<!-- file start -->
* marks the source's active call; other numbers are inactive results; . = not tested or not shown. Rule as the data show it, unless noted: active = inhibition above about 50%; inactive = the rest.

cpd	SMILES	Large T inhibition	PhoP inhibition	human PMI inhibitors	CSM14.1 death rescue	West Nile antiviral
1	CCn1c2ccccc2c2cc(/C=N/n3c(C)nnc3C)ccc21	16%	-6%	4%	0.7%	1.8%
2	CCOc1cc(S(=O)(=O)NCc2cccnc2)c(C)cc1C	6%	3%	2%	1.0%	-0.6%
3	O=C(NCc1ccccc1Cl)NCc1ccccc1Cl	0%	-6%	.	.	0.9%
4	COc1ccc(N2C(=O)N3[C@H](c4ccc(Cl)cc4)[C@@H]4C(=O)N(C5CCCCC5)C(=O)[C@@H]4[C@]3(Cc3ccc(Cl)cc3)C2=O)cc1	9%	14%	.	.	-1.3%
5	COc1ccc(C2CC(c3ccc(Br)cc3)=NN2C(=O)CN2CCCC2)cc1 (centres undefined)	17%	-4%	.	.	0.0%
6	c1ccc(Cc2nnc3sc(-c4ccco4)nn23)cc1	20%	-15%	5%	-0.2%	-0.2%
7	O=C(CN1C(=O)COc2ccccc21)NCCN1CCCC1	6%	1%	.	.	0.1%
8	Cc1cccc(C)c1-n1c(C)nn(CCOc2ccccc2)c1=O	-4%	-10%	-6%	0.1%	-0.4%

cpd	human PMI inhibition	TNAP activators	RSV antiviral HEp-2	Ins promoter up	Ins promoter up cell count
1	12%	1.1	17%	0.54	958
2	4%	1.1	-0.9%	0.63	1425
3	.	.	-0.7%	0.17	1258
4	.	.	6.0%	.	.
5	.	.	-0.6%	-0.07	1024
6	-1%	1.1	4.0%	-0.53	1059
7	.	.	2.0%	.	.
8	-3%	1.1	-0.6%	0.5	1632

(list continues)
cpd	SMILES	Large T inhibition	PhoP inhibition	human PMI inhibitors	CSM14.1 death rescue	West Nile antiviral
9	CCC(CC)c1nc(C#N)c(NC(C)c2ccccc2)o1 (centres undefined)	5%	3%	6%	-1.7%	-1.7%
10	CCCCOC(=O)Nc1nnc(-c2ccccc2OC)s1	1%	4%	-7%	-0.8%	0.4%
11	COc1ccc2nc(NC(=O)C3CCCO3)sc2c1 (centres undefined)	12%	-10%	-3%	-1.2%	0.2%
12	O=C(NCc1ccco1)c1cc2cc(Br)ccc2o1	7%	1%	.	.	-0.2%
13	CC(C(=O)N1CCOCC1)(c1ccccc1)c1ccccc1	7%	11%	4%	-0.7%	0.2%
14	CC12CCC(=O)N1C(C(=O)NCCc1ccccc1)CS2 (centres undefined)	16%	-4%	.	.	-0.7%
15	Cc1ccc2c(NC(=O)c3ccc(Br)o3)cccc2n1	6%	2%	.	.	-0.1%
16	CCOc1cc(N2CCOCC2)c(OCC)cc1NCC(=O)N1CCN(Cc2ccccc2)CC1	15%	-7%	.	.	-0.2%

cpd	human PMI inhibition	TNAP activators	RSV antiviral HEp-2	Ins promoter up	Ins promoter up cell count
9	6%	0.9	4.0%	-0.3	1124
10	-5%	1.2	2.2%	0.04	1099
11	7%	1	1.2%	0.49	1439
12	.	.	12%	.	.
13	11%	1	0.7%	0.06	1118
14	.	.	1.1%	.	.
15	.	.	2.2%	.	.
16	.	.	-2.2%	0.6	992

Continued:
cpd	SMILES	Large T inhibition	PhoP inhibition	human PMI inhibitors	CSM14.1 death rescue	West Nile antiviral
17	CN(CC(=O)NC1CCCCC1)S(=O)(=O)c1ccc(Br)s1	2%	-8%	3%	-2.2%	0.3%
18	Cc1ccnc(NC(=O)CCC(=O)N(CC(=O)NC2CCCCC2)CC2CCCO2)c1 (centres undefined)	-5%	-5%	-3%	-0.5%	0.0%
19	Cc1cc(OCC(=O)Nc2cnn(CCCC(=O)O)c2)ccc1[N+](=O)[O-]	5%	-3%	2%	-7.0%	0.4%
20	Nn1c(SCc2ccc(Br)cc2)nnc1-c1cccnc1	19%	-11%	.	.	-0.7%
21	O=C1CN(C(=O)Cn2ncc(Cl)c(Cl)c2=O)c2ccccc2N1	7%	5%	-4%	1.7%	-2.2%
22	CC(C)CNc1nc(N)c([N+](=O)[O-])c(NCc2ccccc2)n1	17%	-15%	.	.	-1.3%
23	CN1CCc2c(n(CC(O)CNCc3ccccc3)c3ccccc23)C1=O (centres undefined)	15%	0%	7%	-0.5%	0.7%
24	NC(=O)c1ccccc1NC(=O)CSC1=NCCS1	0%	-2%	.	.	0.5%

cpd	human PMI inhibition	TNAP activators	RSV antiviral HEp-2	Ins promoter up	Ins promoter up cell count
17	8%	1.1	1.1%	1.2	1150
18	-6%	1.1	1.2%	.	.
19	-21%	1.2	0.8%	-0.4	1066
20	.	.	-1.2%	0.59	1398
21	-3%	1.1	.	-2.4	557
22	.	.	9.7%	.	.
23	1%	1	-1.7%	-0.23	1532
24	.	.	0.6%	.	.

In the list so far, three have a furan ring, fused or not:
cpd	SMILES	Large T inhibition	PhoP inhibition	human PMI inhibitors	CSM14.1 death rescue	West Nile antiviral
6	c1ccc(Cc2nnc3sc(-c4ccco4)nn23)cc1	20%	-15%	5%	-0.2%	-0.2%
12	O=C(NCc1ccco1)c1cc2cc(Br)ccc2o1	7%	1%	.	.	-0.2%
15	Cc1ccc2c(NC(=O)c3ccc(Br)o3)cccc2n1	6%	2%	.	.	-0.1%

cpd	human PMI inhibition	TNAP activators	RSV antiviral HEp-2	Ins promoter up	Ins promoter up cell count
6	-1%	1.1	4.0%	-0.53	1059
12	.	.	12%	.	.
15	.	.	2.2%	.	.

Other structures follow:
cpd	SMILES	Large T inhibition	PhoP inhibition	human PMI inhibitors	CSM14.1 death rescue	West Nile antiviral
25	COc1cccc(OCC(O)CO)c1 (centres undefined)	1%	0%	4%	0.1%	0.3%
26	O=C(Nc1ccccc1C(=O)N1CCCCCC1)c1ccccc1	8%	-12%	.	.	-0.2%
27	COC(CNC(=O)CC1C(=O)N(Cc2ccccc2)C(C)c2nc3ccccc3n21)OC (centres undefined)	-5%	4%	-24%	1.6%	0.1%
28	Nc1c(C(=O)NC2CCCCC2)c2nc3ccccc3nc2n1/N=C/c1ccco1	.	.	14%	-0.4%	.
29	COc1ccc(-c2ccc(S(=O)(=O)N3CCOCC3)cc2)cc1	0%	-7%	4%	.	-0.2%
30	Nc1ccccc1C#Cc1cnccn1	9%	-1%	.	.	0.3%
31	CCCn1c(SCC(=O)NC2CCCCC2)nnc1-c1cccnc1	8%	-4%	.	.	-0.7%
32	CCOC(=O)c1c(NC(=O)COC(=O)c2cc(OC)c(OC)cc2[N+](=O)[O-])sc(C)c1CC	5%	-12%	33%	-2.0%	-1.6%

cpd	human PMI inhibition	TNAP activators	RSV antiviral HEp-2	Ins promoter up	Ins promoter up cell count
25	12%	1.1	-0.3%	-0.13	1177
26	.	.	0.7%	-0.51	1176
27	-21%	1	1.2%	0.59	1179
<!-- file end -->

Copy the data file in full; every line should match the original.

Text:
* marks the source's active call; other numbers are inactive results; . = not tested or not shown. Rule as the data show it, unless noted: active = inhibition above about 50%; inactive = the rest.

cpd	SMILES	Large T inhibition	PhoP inhibition	human PMI inhibitors	CSM14.1 death rescue	West Nile antiviral
1	CCn1c2ccccc2c2cc(/C=N/n3c(C)nnc3C)ccc21	16%	-6%	4%	0.7%	1.8%
2	CCOc1cc(S(=O)(=O)NCc2cccnc2)c(C)cc1C	6%	3%	2%	1.0%	-0.6%
3	O=C(NCc1ccccc1Cl)NCc1ccccc1Cl	0%	-6%	.	.	0.9%
4	COc1ccc(N2C(=O)N3[C@H](c4ccc(Cl)cc4)[C@@H]4C(=O)N(C5CCCCC5)C(=O)[C@@H]4[C@]3(Cc3ccc(Cl)cc3)C2=O)cc1	9%	14%	.	.	-1.3%
5	COc1ccc(C2CC(c3ccc(Br)cc3)=NN2C(=O)CN2CCCC2)cc1 (centres undefined)	17%	-4%	.	.	0.0%
6	c1ccc(Cc2nnc3sc(-c4ccco4)nn23)cc1	20%	-15%	5%	-0.2%	-0.2%
7	O=C(CN1C(=O)COc2ccccc21)NCCN1CCCC1	6%	1%	.	.	0.1%
8	Cc1cccc(C)c1-n1c(C)nn(CCOc2ccccc2)c1=O	-4%	-10%	-6%	0.1%	-0.4%

cpd	human PMI inhibition	TNAP activators	RSV antiviral HEp-2	Ins promoter up	Ins promoter up cell count
1	12%	1.1	17%	0.54	958
2	4%	1.1	-0.9%	0.63	1425
3	.	.	-0.7%	0.17	1258
4	.	.	6.0%	.	.
5	.	.	-0.6%	-0.07	1024
6	-1%	1.1	4.0%	-0.53	1059
7	.	.	2.0%	.	.
8	-3%	1.1	-0.6%	0.5	1632

(list continues)
cpd	SMILES	Large T inhibition	PhoP inhibition	human PMI inhibitors	CSM14.1 death rescue	West Nile antiviral
9	CCC(CC)c1nc(C#N)c(NC(C)c2ccccc2)o1 (centres undefined)	5%	3%	6%	-1.7%	-1.7%
10	CCCCOC(=O)Nc1nnc(-c2ccccc2OC)s1	1%	4%	-7%	-0.8%	0.4%
11	COc1ccc2nc(NC(=O)C3CCCO3)sc2c1 (centres undefined)	12%	-10%	-3%	-1.2%	0.2%
12	O=C(NCc1ccco1)c1cc2cc(Br)ccc2o1	7%	1%	.	.	-0.2%
13	CC(C(=O)N1CCOCC1)(c1ccccc1)c1ccccc1	7%	11%	4%	-0.7%	0.2%
14	CC12CCC(=O)N1C(C(=O)NCCc1ccccc1)CS2 (centres undefined)	16%	-4%	.	.	-0.7%
15	Cc1ccc2c(NC(=O)c3ccc(Br)o3)cccc2n1	6%	2%	.	.	-0.1%
16	CCOc1cc(N2CCOCC2)c(OCC)cc1NCC(=O)N1CCN(Cc2ccccc2)CC1	15%	-7%	.	.	-0.2%

cpd	human PMI inhibition	TNAP activators	RSV antiviral HEp-2	Ins promoter up	Ins promoter up cell count
9	6%	0.9	4.0%	-0.3	1124
10	-5%	1.2	2.2%	0.04	1099
11	7%	1	1.2%	0.49	1439
12	.	.	12%	.	.
13	11%	1	0.7%	0.06	1118
14	.	.	1.1%	.	.
15	.	.	2.2%	.	.
16	.	.	-2.2%	0.6	992

Continued:
cpd	SMILES	Large T inhibition	PhoP inhibition	human PMI inhibitors	CSM14.1 death rescue	West Nile antiviral
17	CN(CC(=O)NC1CCCCC1)S(=O)(=O)c1ccc(Br)s1	2%	-8%	3%	-2.2%	0.3%
18	Cc1ccnc(NC(=O)CCC(=O)N(CC(=O)NC2CCCCC2)CC2CCCO2)c1 (centres undefined)	-5%	-5%	-3%	-0.5%	0.0%
19	Cc1cc(OCC(=O)Nc2cnn(CCCC(=O)O)c2)ccc1[N+](=O)[O-]	5%	-3%	2%	-7.0%	0.4%
20	Nn1c(SCc2ccc(Br)cc2)nnc1-c1cccnc1	19%	-11%	.	.	-0.7%
21	O=C1CN(C(=O)Cn2ncc(Cl)c(Cl)c2=O)c2ccccc2N1	7%	5%	-4%	1.7%	-2.2%
22	CC(C)CNc1nc(N)c([N+](=O)[O-])c(NCc2ccccc2)n1	17%	-15%	.	.	-1.3%
23	CN1CCc2c(n(CC(O)CNCc3ccccc3)c3ccccc23)C1=O (centres undefined)	15%	0%	7%	-0.5%	0.7%
24	NC(=O)c1ccccc1NC(=O)CSC1=NCCS1	0%	-2%	.	.	0.5%

cpd	human PMI inhibition	TNAP activators	RSV antiviral HEp-2	Ins promoter up	Ins promoter up cell count
17	8%	1.1	1.1%	1.2	1150
18	-6%	1.1	1.2%	.	.
19	-21%	1.2	0.8%	-0.4	1066
20	.	.	-1.2%	0.59	1398
21	-3%	1.1	.	-2.4	557
22	.	.	9.7%	.	.
23	1%	1	-1.7%	-0.23	1532
24	.	.	0.6%	.	.

In the list so far, three have a furan ring, fused or not:
cpd	SMILES	Large T inhibition	PhoP inhibition	human PMI inhibitors	CSM14.1 death rescue	West Nile antiviral
6	c1ccc(Cc2nnc3sc(-c4ccco4)nn23)cc1	20%	-15%	5%	-0.2%	-0.2%
12	O=C(NCc1ccco1)c1cc2cc(Br)ccc2o1	7%	1%	.	.	-0.2%
15	Cc1ccc2c(NC(=O)c3ccc(Br)o3)cccc2n1	6%	2%	.	.	-0.1%

cpd	human PMI inhibition	TNAP activators	RSV antiviral HEp-2	Ins promoter up	Ins promoter up cell count
6	-1%	1.1	4.0%	-0.53	1059
12	.	.	12%	.	.
15	.	.	2.2%	.	.

Other structures follow:
cpd	SMILES	Large T inhibition	PhoP inhibition	human PMI inhibitors	CSM14.1 death rescue	West Nile antiviral
25	COc1cccc(OCC(O)CO)c1 (centres undefined)	1%	0%	4%	0.1%	0.3%
26	O=C(Nc1ccccc1C(=O)N1CCCCCC1)c1ccccc1	8%	-12%	.	.	-0.2%
27	COC(CNC(=O)CC1C(=O)N(Cc2ccccc2)C(C)c2nc3ccccc3n21)OC (centres undefined)	-5%	4%	-24%	1.6%	0.1%
28	Nc1c(C(=O)NC2CCCCC2)c2nc3ccccc3nc2n1/N=C/c1ccco1	.	.	14%	-0.4%	.
29	COc1ccc(-c2ccc(S(=O)(=O)N3CCOCC3)cc2)cc1	0%	-7%	4%	.	-0.2%
30	Nc1ccccc1C#Cc1cnccn1	9%	-1%	.	.	0.3%
31	CCCn1c(SCC(=O)NC2CCCCC2)nnc1-c1cccnc1	8%	-4%	.	.	-0.7%
32	CCOC(=O)c1c(NC(=O)COC(=O)c2cc(OC)c(OC)cc2[N+](=O)[O-])sc(C)c1CC	5%	-12%	33%	-2.0%	-1.6%

cpd	human PMI inhibition	TNAP activators	RSV antiviral HEp-2	Ins promoter up	Ins promoter up cell count
25	12%	1.1	-0.3%	-0.13	1177
26	.	.	0.7%	-0.51	1176
27	-21%	1	1.2%	0.59	1179